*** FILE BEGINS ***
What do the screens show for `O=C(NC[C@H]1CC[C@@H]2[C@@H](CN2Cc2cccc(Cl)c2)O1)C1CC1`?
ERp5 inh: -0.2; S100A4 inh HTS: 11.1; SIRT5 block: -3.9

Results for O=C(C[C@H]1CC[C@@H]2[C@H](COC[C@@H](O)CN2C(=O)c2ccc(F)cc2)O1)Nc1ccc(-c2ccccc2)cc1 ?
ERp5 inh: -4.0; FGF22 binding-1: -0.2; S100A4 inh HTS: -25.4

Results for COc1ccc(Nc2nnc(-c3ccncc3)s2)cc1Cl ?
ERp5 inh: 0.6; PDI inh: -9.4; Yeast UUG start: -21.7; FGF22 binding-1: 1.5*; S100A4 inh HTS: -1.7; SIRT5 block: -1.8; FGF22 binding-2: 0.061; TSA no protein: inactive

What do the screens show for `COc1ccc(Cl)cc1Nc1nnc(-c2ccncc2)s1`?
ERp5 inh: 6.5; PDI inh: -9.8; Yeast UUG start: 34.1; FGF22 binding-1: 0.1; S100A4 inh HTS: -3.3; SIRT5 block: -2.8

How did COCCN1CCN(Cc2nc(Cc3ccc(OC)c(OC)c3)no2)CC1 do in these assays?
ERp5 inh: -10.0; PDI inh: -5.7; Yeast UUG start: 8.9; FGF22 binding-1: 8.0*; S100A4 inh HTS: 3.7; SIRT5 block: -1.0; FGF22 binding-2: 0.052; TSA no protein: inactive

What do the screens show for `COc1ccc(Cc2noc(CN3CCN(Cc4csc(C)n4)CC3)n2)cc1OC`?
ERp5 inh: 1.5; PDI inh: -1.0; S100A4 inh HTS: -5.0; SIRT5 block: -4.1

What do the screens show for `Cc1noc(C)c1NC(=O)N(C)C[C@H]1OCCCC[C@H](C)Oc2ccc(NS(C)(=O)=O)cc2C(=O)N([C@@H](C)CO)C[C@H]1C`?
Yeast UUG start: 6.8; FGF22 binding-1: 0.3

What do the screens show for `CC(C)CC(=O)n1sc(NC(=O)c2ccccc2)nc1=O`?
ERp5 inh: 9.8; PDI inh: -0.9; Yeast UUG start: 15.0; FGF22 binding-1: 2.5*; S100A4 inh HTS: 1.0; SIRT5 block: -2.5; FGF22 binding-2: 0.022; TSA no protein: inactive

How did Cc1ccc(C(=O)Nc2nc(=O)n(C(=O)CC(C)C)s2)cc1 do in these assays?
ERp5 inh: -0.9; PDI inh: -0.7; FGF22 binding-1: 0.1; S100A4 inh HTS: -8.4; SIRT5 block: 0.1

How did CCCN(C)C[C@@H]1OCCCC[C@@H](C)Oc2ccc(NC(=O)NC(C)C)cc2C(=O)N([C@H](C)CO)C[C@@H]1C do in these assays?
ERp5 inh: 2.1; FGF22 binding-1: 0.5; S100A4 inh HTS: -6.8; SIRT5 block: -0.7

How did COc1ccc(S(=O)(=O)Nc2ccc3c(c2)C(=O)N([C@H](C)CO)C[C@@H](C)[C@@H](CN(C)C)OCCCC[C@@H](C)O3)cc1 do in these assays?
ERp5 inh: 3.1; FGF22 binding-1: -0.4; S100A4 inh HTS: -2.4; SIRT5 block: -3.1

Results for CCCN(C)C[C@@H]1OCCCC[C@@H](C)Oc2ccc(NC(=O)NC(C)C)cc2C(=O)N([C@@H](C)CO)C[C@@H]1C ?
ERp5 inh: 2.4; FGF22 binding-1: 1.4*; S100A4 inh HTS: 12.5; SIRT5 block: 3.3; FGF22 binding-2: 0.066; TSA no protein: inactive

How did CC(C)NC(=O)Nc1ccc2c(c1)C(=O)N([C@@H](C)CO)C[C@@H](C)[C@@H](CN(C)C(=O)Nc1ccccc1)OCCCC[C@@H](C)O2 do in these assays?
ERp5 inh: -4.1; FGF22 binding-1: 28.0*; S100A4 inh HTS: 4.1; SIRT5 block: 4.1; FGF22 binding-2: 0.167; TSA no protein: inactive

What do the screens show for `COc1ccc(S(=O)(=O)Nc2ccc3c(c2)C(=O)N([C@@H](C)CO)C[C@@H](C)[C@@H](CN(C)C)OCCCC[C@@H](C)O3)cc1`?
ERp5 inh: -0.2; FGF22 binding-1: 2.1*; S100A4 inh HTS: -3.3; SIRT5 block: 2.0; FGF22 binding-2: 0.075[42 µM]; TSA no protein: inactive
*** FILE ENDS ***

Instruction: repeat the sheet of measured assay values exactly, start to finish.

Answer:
What do the screens show for `O=C(NC[C@H]1CC[C@@H]2[C@@H](CN2Cc2cccc(Cl)c2)O1)C1CC1`?
ERp5 inh: -0.2; S100A4 inh HTS: 11.1; SIRT5 block: -3.9

Results for O=C(C[C@H]1CC[C@@H]2[C@H](COC[C@@H](O)CN2C(=O)c2ccc(F)cc2)O1)Nc1ccc(-c2ccccc2)cc1 ?
ERp5 inh: -4.0; FGF22 binding-1: -0.2; S100A4 inh HTS: -25.4

Results for COc1ccc(Nc2nnc(-c3ccncc3)s2)cc1Cl ?
ERp5 inh: 0.6; PDI inh: -9.4; Yeast UUG start: -21.7; FGF22 binding-1: 1.5*; S100A4 inh HTS: -1.7; SIRT5 block: -1.8; FGF22 binding-2: 0.061; TSA no protein: inactive

What do the screens show for `COc1ccc(Cl)cc1Nc1nnc(-c2ccncc2)s1`?
ERp5 inh: 6.5; PDI inh: -9.8; Yeast UUG start: 34.1; FGF22 binding-1: 0.1; S100A4 inh HTS: -3.3; SIRT5 block: -2.8

How did COCCN1CCN(Cc2nc(Cc3ccc(OC)c(OC)c3)no2)CC1 do in these assays?
ERp5 inh: -10.0; PDI inh: -5.7; Yeast UUG start: 8.9; FGF22 binding-1: 8.0*; S100A4 inh HTS: 3.7; SIRT5 block: -1.0; FGF22 binding-2: 0.052; TSA no protein: inactive

What do the screens show for `COc1ccc(Cc2noc(CN3CCN(Cc4csc(C)n4)CC3)n2)cc1OC`?
ERp5 inh: 1.5; PDI inh: -1.0; S100A4 inh HTS: -5.0; SIRT5 block: -4.1

What do the screens show for `Cc1noc(C)c1NC(=O)N(C)C[C@H]1OCCCC[C@H](C)Oc2ccc(NS(C)(=O)=O)cc2C(=O)N([C@@H](C)CO)C[C@H]1C`?
Yeast UUG start: 6.8; FGF22 binding-1: 0.3

What do the screens show for `CC(C)CC(=O)n1sc(NC(=O)c2ccccc2)nc1=O`?
ERp5 inh: 9.8; PDI inh: -0.9; Yeast UUG start: 15.0; FGF22 binding-1: 2.5*; S100A4 inh HTS: 1.0; SIRT5 block: -2.5; FGF22 binding-2: 0.022; TSA no protein: inactive

How did Cc1ccc(C(=O)Nc2nc(=O)n(C(=O)CC(C)C)s2)cc1 do in these assays?
ERp5 inh: -0.9; PDI inh: -0.7; FGF22 binding-1: 0.1; S100A4 inh HTS: -8.4; SIRT5 block: 0.1

How did CCCN(C)C[C@@H]1OCCCC[C@@H](C)Oc2ccc(NC(=O)NC(C)C)cc2C(=O)N([C@H](C)CO)C[C@@H]1C do in these assays?
ERp5 inh: 2.1; FGF22 binding-1: 0.5; S100A4 inh HTS: -6.8; SIRT5 block: -0.7

How did COc1ccc(S(=O)(=O)Nc2ccc3c(c2)C(=O)N([C@H](C)CO)C[C@@H](C)[C@@H](CN(C)C)OCCCC[C@@H](C)O3)cc1 do in these assays?
ERp5 inh: 3.1; FGF22 binding-1: -0.4; S100A4 inh HTS: -2.4; SIRT5 block: -3.1

Results for CCCN(C)C[C@@H]1OCCCC[C@@H](C)Oc2ccc(NC(=O)NC(C)C)cc2C(=O)N([C@@H](C)CO)C[C@@H]1C ?
ERp5 inh: 2.4; FGF22 binding-1: 1.4*; S100A4 inh HTS: 12.5; SIRT5 block: 3.3; FGF22 binding-2: 0.066; TSA no protein: inactive

How did CC(C)NC(=O)Nc1ccc2c(c1)C(=O)N([C@@H](C)CO)C[C@@H](C)[C@@H](CN(C)C(=O)Nc1ccccc1)OCCCC[C@@H](C)O2 do in these assays?
ERp5 inh: -4.1; FGF22 binding-1: 28.0*; S100A4 inh HTS: 4.1; SIRT5 block: 4.1; FGF22 binding-2: 0.167; TSA no protein: inactive

What do the screens show for `COc1ccc(S(=O)(=O)Nc2ccc3c(c2)C(=O)N([C@@H](C)CO)C[C@@H](C)[C@@H](CN(C)C)OCCCC[C@@H](C)O3)cc1`?
ERp5 inh: -0.2; FGF22 binding-1: 2.1*; S100A4 inh HTS: -3.3; SIRT5 block: 2.0; FGF22 binding-2: 0.075[42 µM]; TSA no protein: inactive